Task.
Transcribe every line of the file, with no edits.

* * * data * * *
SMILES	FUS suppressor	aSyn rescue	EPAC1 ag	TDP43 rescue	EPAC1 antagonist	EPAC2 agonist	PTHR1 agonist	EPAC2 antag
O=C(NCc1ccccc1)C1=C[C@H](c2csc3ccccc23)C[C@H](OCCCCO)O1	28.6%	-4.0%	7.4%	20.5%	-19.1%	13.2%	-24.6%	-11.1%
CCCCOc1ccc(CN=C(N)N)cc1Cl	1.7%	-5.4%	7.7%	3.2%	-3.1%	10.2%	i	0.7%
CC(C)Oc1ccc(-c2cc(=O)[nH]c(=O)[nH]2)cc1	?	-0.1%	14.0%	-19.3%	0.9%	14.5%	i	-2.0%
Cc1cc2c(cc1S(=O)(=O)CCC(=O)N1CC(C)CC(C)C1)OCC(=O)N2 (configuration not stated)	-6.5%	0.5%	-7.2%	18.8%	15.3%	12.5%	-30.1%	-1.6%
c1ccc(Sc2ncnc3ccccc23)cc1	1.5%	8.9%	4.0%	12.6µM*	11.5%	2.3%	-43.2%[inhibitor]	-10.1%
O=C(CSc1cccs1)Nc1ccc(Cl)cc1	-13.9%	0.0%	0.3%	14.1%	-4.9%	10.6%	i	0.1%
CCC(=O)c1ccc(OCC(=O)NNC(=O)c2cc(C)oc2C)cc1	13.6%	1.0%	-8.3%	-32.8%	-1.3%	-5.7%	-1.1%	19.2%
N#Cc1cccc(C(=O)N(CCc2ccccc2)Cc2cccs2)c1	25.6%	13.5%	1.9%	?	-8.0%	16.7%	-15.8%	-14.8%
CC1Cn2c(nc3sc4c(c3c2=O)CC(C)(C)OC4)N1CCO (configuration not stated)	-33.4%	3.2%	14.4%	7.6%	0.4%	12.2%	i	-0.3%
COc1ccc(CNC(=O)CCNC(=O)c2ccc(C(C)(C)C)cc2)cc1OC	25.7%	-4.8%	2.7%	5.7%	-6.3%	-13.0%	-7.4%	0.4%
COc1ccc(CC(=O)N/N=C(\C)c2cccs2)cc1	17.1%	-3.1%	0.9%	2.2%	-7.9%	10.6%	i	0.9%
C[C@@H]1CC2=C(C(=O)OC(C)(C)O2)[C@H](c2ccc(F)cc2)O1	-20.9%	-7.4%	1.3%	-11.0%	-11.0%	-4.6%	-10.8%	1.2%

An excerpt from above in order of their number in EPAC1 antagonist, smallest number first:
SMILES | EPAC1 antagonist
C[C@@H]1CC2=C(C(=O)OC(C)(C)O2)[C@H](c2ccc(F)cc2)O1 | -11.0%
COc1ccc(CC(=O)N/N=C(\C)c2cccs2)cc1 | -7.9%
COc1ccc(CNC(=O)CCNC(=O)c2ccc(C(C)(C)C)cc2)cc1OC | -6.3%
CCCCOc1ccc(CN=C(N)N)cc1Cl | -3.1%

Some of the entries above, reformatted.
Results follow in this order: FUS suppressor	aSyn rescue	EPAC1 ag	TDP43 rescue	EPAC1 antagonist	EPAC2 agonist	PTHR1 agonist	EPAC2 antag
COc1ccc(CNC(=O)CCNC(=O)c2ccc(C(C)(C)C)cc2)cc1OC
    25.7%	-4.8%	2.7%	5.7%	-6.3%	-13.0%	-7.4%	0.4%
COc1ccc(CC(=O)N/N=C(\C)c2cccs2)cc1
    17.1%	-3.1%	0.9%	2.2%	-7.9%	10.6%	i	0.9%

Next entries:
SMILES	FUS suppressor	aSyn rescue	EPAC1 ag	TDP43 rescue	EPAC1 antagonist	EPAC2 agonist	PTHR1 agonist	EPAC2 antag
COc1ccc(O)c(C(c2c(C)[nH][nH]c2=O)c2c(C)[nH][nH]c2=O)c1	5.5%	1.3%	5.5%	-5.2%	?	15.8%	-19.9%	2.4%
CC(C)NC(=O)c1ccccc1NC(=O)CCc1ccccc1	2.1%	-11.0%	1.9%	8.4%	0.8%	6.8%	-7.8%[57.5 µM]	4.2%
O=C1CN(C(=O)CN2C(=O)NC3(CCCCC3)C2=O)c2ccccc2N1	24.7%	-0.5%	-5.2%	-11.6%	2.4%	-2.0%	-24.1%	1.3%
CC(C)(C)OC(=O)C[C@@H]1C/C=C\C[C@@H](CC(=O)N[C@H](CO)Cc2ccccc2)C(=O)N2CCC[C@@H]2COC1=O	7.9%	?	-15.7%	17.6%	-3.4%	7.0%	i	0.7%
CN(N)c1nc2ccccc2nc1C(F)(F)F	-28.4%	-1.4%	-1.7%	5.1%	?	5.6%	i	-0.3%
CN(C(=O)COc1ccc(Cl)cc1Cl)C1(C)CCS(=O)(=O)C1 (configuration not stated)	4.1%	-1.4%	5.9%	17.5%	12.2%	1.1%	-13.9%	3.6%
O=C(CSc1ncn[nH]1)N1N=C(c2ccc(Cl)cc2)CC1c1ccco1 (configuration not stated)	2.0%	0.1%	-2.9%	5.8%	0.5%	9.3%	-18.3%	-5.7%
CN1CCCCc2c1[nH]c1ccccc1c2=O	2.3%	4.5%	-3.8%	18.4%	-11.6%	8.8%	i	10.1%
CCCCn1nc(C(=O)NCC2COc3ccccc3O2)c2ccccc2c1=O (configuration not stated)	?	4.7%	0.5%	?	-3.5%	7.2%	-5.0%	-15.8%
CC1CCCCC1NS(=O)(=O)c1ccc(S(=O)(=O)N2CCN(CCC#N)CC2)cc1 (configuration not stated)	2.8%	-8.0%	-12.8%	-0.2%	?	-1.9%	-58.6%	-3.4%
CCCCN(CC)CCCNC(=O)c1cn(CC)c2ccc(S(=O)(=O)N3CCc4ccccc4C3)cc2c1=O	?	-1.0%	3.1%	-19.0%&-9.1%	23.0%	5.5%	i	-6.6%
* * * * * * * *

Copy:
SMILES	FUS suppressor	aSyn rescue	EPAC1 ag	TDP43 rescue	EPAC1 antagonist	EPAC2 agonist	PTHR1 agonist	EPAC2 antag
O=C(NCc1ccccc1)C1=C[C@H](c2csc3ccccc23)C[C@H](OCCCCO)O1	28.6%	-4.0%	7.4%	20.5%	-19.1%	13.2%	-24.6%	-11.1%
CCCCOc1ccc(CN=C(N)N)cc1Cl	1.7%	-5.4%	7.7%	3.2%	-3.1%	10.2%	i	0.7%
CC(C)Oc1ccc(-c2cc(=O)[nH]c(=O)[nH]2)cc1	?	-0.1%	14.0%	-19.3%	0.9%	14.5%	i	-2.0%
Cc1cc2c(cc1S(=O)(=O)CCC(=O)N1CC(C)CC(C)C1)OCC(=O)N2 (configuration not stated)	-6.5%	0.5%	-7.2%	18.8%	15.3%	12.5%	-30.1%	-1.6%
c1ccc(Sc2ncnc3ccccc23)cc1	1.5%	8.9%	4.0%	12.6µM*	11.5%	2.3%	-43.2%[inhibitor]	-10.1%
O=C(CSc1cccs1)Nc1ccc(Cl)cc1	-13.9%	0.0%	0.3%	14.1%	-4.9%	10.6%	i	0.1%
CCC(=O)c1ccc(OCC(=O)NNC(=O)c2cc(C)oc2C)cc1	13.6%	1.0%	-8.3%	-32.8%	-1.3%	-5.7%	-1.1%	19.2%
N#Cc1cccc(C(=O)N(CCc2ccccc2)Cc2cccs2)c1	25.6%	13.5%	1.9%	?	-8.0%	16.7%	-15.8%	-14.8%
CC1Cn2c(nc3sc4c(c3c2=O)CC(C)(C)OC4)N1CCO (configuration not stated)	-33.4%	3.2%	14.4%	7.6%	0.4%	12.2%	i	-0.3%
COc1ccc(CNC(=O)CCNC(=O)c2ccc(C(C)(C)C)cc2)cc1OC	25.7%	-4.8%	2.7%	5.7%	-6.3%	-13.0%	-7.4%	0.4%
COc1ccc(CC(=O)N/N=C(\C)c2cccs2)cc1	17.1%	-3.1%	0.9%	2.2%	-7.9%	10.6%	i	0.9%
C[C@@H]1CC2=C(C(=O)OC(C)(C)O2)[C@H](c2ccc(F)cc2)O1	-20.9%	-7.4%	1.3%	-11.0%	-11.0%	-4.6%	-10.8%	1.2%

An excerpt from above in order of their number in EPAC1 antagonist, smallest number first:
SMILES | EPAC1 antagonist
C[C@@H]1CC2=C(C(=O)OC(C)(C)O2)[C@H](c2ccc(F)cc2)O1 | -11.0%
COc1ccc(CC(=O)N/N=C(\C)c2cccs2)cc1 | -7.9%
COc1ccc(CNC(=O)CCNC(=O)c2ccc(C(C)(C)C)cc2)cc1OC | -6.3%
CCCCOc1ccc(CN=C(N)N)cc1Cl | -3.1%

Some of the entries above, reformatted.
Results follow in this order: FUS suppressor	aSyn rescue	EPAC1 ag	TDP43 rescue	EPAC1 antagonist	EPAC2 agonist	PTHR1 agonist	EPAC2 antag
COc1ccc(CNC(=O)CCNC(=O)c2ccc(C(C)(C)C)cc2)cc1OC
    25.7%	-4.8%	2.7%	5.7%	-6.3%	-13.0%	-7.4%	0.4%
COc1ccc(CC(=O)N/N=C(\C)c2cccs2)cc1
    17.1%	-3.1%	0.9%	2.2%	-7.9%	10.6%	i	0.9%

Next entries:
SMILES	FUS suppressor	aSyn rescue	EPAC1 ag	TDP43 rescue	EPAC1 antagonist	EPAC2 agonist	PTHR1 agonist	EPAC2 antag
COc1ccc(O)c(C(c2c(C)[nH][nH]c2=O)c2c(C)[nH][nH]c2=O)c1	5.5%	1.3%	5.5%	-5.2%	?	15.8%	-19.9%	2.4%
CC(C)NC(=O)c1ccccc1NC(=O)CCc1ccccc1	2.1%	-11.0%	1.9%	8.4%	0.8%	6.8%	-7.8%[57.5 µM]	4.2%
O=C1CN(C(=O)CN2C(=O)NC3(CCCCC3)C2=O)c2ccccc2N1	24.7%	-0.5%	-5.2%	-11.6%	2.4%	-2.0%	-24.1%	1.3%
CC(C)(C)OC(=O)C[C@@H]1C/C=C\C[C@@H](CC(=O)N[C@H](CO)Cc2ccccc2)C(=O)N2CCC[C@@H]2COC1=O	7.9%	?	-15.7%	17.6%	-3.4%	7.0%	i	0.7%
CN(N)c1nc2ccccc2nc1C(F)(F)F	-28.4%	-1.4%	-1.7%	5.1%	?	5.6%	i	-0.3%
CN(C(=O)COc1ccc(Cl)cc1Cl)C1(C)CCS(=O)(=O)C1 (configuration not stated)	4.1%	-1.4%	5.9%	17.5%	12.2%	1.1%	-13.9%	3.6%
O=C(CSc1ncn[nH]1)N1N=C(c2ccc(Cl)cc2)CC1c1ccco1 (configuration not stated)	2.0%	0.1%	-2.9%	5.8%	0.5%	9.3%	-18.3%	-5.7%
CN1CCCCc2c1[nH]c1ccccc1c2=O	2.3%	4.5%	-3.8%	18.4%	-11.6%	8.8%	i	10.1%
CCCCn1nc(C(=O)NCC2COc3ccccc3O2)c2ccccc2c1=O (configuration not stated)	?	4.7%	0.5%	?	-3.5%	7.2%	-5.0%	-15.8%
CC1CCCCC1NS(=O)(=O)c1ccc(S(=O)(=O)N2CCN(CCC#N)CC2)cc1 (configuration not stated)	2.8%	-8.0%	-12.8%	-0.2%	?	-1.9%	-58.6%	-3.4%
CCCCN(CC)CCCNC(=O)c1cn(CC)c2ccc(S(=O)(=O)N3CCc4ccccc4C3)cc2c1=O	?	-1.0%	3.1%	-19.0%&-9.1%	23.0%	5.5%	i	-6.6%